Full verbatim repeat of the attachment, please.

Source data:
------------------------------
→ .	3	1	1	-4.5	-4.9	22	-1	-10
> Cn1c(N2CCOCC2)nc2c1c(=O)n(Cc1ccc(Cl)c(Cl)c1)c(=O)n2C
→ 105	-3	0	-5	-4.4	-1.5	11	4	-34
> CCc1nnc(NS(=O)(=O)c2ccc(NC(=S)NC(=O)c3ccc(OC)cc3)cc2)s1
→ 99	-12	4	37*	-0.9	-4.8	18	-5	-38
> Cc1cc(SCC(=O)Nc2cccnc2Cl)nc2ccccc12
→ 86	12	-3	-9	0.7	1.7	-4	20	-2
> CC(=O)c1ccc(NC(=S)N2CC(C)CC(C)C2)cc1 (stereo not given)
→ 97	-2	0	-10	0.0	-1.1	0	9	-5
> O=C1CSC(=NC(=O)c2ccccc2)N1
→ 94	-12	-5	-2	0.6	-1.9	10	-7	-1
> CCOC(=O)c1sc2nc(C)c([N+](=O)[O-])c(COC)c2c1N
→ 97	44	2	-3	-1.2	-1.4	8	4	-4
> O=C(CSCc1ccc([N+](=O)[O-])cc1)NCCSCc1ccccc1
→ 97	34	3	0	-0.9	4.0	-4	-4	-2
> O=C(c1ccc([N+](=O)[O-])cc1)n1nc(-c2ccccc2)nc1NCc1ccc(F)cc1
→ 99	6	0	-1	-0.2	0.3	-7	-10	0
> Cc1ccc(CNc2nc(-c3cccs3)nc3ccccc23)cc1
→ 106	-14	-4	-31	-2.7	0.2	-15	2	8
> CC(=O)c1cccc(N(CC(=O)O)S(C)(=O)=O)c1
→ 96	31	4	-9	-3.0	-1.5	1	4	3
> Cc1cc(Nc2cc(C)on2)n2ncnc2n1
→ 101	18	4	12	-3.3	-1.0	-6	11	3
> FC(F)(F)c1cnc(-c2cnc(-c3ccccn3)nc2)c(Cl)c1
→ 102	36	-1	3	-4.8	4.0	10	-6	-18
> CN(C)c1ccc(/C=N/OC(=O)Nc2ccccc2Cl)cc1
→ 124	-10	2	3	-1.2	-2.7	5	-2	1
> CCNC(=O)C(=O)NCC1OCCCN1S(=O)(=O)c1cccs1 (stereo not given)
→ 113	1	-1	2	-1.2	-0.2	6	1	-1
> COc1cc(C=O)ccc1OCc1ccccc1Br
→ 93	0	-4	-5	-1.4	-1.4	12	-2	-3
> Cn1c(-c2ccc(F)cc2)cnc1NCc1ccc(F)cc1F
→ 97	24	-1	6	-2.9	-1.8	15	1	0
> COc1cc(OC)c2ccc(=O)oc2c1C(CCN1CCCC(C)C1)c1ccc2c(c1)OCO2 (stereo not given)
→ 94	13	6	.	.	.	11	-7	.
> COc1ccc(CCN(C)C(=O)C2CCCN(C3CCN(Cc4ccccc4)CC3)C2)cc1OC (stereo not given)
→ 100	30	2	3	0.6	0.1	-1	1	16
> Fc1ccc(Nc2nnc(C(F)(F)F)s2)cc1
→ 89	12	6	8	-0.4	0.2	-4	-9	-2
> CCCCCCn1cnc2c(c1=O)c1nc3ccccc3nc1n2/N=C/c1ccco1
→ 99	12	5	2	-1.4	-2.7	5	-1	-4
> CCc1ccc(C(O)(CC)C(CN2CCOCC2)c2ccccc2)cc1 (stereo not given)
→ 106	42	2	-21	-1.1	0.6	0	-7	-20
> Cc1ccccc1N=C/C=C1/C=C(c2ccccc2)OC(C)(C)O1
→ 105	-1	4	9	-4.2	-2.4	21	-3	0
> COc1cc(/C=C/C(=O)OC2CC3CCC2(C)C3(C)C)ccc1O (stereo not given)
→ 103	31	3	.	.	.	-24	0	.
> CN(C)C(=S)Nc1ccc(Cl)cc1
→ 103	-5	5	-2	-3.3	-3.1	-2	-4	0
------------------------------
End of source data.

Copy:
→ .	3	1	1	-4.5	-4.9	22	-1	-10
> Cn1c(N2CCOCC2)nc2c1c(=O)n(Cc1ccc(Cl)c(Cl)c1)c(=O)n2C
→ 105	-3	0	-5	-4.4	-1.5	11	4	-34
> CCc1nnc(NS(=O)(=O)c2ccc(NC(=S)NC(=O)c3ccc(OC)cc3)cc2)s1
→ 99	-12	4	37*	-0.9	-4.8	18	-5	-38
> Cc1cc(SCC(=O)Nc2cccnc2Cl)nc2ccccc12
→ 86	12	-3	-9	0.7	1.7	-4	20	-2
> CC(=O)c1ccc(NC(=S)N2CC(C)CC(C)C2)cc1 (stereo not given)
→ 97	-2	0	-10	0.0	-1.1	0	9	-5
> O=C1CSC(=NC(=O)c2ccccc2)N1
→ 94	-12	-5	-2	0.6	-1.9	10	-7	-1
> CCOC(=O)c1sc2nc(C)c([N+](=O)[O-])c(COC)c2c1N
→ 97	44	2	-3	-1.2	-1.4	8	4	-4
> O=C(CSCc1ccc([N+](=O)[O-])cc1)NCCSCc1ccccc1
→ 97	34	3	0	-0.9	4.0	-4	-4	-2
> O=C(c1ccc([N+](=O)[O-])cc1)n1nc(-c2ccccc2)nc1NCc1ccc(F)cc1
→ 99	6	0	-1	-0.2	0.3	-7	-10	0
> Cc1ccc(CNc2nc(-c3cccs3)nc3ccccc23)cc1
→ 106	-14	-4	-31	-2.7	0.2	-15	2	8
> CC(=O)c1cccc(N(CC(=O)O)S(C)(=O)=O)c1
→ 96	31	4	-9	-3.0	-1.5	1	4	3
> Cc1cc(Nc2cc(C)on2)n2ncnc2n1
→ 101	18	4	12	-3.3	-1.0	-6	11	3
> FC(F)(F)c1cnc(-c2cnc(-c3ccccn3)nc2)c(Cl)c1
→ 102	36	-1	3	-4.8	4.0	10	-6	-18
> CN(C)c1ccc(/C=N/OC(=O)Nc2ccccc2Cl)cc1
→ 124	-10	2	3	-1.2	-2.7	5	-2	1
> CCNC(=O)C(=O)NCC1OCCCN1S(=O)(=O)c1cccs1 (stereo not given)
→ 113	1	-1	2	-1.2	-0.2	6	1	-1
> COc1cc(C=O)ccc1OCc1ccccc1Br
→ 93	0	-4	-5	-1.4	-1.4	12	-2	-3
> Cn1c(-c2ccc(F)cc2)cnc1NCc1ccc(F)cc1F
→ 97	24	-1	6	-2.9	-1.8	15	1	0
> COc1cc(OC)c2ccc(=O)oc2c1C(CCN1CCCC(C)C1)c1ccc2c(c1)OCO2 (stereo not given)
→ 94	13	6	.	.	.	11	-7	.
> COc1ccc(CCN(C)C(=O)C2CCCN(C3CCN(Cc4ccccc4)CC3)C2)cc1OC (stereo not given)
→ 100	30	2	3	0.6	0.1	-1	1	16
> Fc1ccc(Nc2nnc(C(F)(F)F)s2)cc1
→ 89	12	6	8	-0.4	0.2	-4	-9	-2
> CCCCCCn1cnc2c(c1=O)c1nc3ccccc3nc1n2/N=C/c1ccco1
→ 99	12	5	2	-1.4	-2.7	5	-1	-4
> CCc1ccc(C(O)(CC)C(CN2CCOCC2)c2ccccc2)cc1 (stereo not given)
→ 106	42	2	-21	-1.1	0.6	0	-7	-20
> Cc1ccccc1N=C/C=C1/C=C(c2ccccc2)OC(C)(C)O1
→ 105	-1	4	9	-4.2	-2.4	21	-3	0
> COc1cc(/C=C/C(=O)OC2CC3CCC2(C)C3(C)C)ccc1O (stereo not given)
→ 103	31	3	.	.	.	-24	0	.
> CN(C)C(=S)Nc1ccc(Cl)cc1
→ 103	-5	5	-2	-3.3	-3.1	-2	-4	0